Newspapers from my hometown said there had been a rise in suicides. Crisis centers were straining. Thousands were suddenly out of work. Factories that had given Akron its nickname, "The Rubber Capitol of the World," were shutting down. No retirement would go to those who dreamed mainly of it.

I was stationed with the army in northern Italy at the time. I found a place to be alone and I wept. I lost weight while I got used to the idea, over the next few weeks, that my dad was out of work.

Like droves of others in the 1940s, my dad moved from West Virginia to northern Ohio to find work. Grandpa and uncles moved too. The lumber industry in central West Virginia had dried up. Coal mines provided few jobs at that time. So my dad migrated from the mountains to the flatlands, from a dirt farm in paradise to a new way of life where smoke belched among a people who both ridiculed and admired the newcomers from the hills.

He married my mother. They had six children. I'm number four.

The factory pay was good. My dad earned his. He went to work a full hour before he was required to be there. His hands and his tools were already prepared to go to work when the time clock registered that he was there.

He made up for what he lacked in education in effort and raw ability. Eighth grade was the norm for his generation and place of birth. He had milked a lot from the limited opportunity. He was a fast learner. Without formal training, Dad was a skilled carpenter. When he was not at the factory he was usually working on odd jobs. He roofed houses, built garages and porches, and developed human contacts to help him find more of these opportunities. I recall, as a youngster, seeing only a few books beside his bed. The only title I remember is, HOW TO WIN FRIENDS AND INFLUENCE PEOPLE, by Dale Carnegie.

He never complained, but Dad did not especially love going into the factory and sweating for more than eight hours at a time. I infer that from his frequent mention, in those days, of the number of years he had left before he could retire. Every time the union negotiated a new contract the number changed. He had it down to years, months, and weeks. Retirement was the glorious carrot dangling out there, coming closer all the time. Quitting was not an option that he ever mentioned.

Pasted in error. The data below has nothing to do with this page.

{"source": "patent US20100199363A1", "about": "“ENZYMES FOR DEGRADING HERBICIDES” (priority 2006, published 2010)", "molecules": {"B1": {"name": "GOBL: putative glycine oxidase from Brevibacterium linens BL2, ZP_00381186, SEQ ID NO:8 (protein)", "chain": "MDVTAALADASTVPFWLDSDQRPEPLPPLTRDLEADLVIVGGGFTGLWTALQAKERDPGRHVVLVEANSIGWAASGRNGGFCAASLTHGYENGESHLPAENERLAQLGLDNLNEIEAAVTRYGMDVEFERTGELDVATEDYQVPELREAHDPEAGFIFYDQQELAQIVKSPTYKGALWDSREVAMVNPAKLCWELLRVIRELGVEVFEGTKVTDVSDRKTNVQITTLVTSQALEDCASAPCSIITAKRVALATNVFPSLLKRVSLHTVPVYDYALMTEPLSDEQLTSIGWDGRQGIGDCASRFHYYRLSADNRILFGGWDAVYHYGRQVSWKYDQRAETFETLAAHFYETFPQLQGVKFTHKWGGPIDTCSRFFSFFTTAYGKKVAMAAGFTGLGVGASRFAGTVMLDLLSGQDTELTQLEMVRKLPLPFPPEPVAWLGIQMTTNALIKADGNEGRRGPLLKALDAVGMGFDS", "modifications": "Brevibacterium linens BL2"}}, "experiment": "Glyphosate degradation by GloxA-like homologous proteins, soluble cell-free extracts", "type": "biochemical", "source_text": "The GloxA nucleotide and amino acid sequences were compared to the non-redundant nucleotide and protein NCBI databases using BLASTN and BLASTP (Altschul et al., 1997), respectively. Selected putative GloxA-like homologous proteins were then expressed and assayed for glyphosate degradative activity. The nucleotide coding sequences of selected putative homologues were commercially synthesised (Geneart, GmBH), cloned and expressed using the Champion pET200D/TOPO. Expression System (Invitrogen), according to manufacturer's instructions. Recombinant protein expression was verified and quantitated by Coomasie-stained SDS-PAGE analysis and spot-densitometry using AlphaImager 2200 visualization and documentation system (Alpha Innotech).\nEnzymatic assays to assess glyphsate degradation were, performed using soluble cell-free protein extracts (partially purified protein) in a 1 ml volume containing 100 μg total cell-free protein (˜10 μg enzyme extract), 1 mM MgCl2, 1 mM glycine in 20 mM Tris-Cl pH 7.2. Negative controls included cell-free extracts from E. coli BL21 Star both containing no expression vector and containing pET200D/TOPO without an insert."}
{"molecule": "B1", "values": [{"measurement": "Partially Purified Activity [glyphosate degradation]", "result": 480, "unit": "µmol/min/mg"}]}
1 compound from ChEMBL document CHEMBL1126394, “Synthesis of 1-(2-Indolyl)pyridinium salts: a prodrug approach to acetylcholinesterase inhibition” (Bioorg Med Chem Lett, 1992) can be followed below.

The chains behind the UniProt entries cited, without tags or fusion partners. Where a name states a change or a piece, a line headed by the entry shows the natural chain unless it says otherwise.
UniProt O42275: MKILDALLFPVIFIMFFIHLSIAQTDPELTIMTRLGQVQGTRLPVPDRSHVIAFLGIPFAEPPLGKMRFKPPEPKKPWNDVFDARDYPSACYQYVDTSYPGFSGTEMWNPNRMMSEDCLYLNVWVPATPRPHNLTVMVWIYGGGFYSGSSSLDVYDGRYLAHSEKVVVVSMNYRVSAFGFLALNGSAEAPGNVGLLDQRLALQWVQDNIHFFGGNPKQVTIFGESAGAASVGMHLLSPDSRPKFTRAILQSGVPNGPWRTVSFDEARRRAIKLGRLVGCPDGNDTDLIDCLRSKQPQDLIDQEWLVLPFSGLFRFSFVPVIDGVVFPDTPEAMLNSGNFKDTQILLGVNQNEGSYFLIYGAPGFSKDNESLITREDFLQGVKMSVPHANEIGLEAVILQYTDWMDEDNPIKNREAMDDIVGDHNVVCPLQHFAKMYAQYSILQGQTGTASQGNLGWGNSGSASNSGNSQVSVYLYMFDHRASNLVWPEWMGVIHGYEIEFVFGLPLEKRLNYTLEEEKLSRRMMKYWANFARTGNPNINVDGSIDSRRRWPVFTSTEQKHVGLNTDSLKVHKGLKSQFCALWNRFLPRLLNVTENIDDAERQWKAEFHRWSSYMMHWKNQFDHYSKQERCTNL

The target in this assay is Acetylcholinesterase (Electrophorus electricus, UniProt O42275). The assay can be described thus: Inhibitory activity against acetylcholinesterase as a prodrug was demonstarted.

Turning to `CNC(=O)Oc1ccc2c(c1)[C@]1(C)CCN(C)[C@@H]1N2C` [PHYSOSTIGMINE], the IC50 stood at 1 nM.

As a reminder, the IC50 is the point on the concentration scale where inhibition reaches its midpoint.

He had only a few years left before he could retire when I joined the army. He knew exactly how many.

Then the newspaper came. They stole my dad's carrot. How would he find a way to land on his feet after that? I called home. Dad said they were offering some sort of retraining benefit, but it did not sound like much at the time. It felt like a tiny handout compared with the withdrawn promise of retirement.

A few months later he told me that he was enrolled in a class preparing him to take the GED. He passed that. He enrolled in a real estate course. Then he said that he was selling real estate. Then he was building another house. He bought a place in Florida. He bought one property after another, houses needing work. Restoring these and then selling them or renting them, he seemed to be doing well. I don't remember exactly when it first dawned on me that he had recovered from the tragedy that caused me such distress.

I do remember the moment it became crystal clear. I had left the army after my enlistment, gone to college, married, and was working out my own future. He said to me, "Timmy, you know what? The best thing that ever happened to me was when they shut down that factory."

I think of that when my own options seem limited and when I'm uneasy about forced choices and forks in the road. When I catch myself demanding that the world line up with my own intentions and hopes I remember the "best thing that ever happened" to my dad.

When fate robs us of our carrot, it's probably time to plant brand-new seeds in fresh soil and grow our own carrots. Life is seldom fair. It's up to us to so order our response to changes that we can later return and thank those who've slammed and locked doors. The world is indifferent about our success or failure. That's why we must not be. It is up to you--and no one else--to turn blighted hope and defeat into the best thing that ever happened to you.

Tim Nichols' latest novel, The Reunion, portrays the horrific struggles faced by Civil War soldiers and civilians in West Virginia — and how they overcame. Visit www.timothynichols.com

Author's Bio: 

Tim Nichols is the author of Listen to the Wind, In Spirit and In Truth, and The Reunion: A Civil War Novel of the 12th West Virginia Infantry. He works for West Virginia University. His official webpage is www.timothynichols.com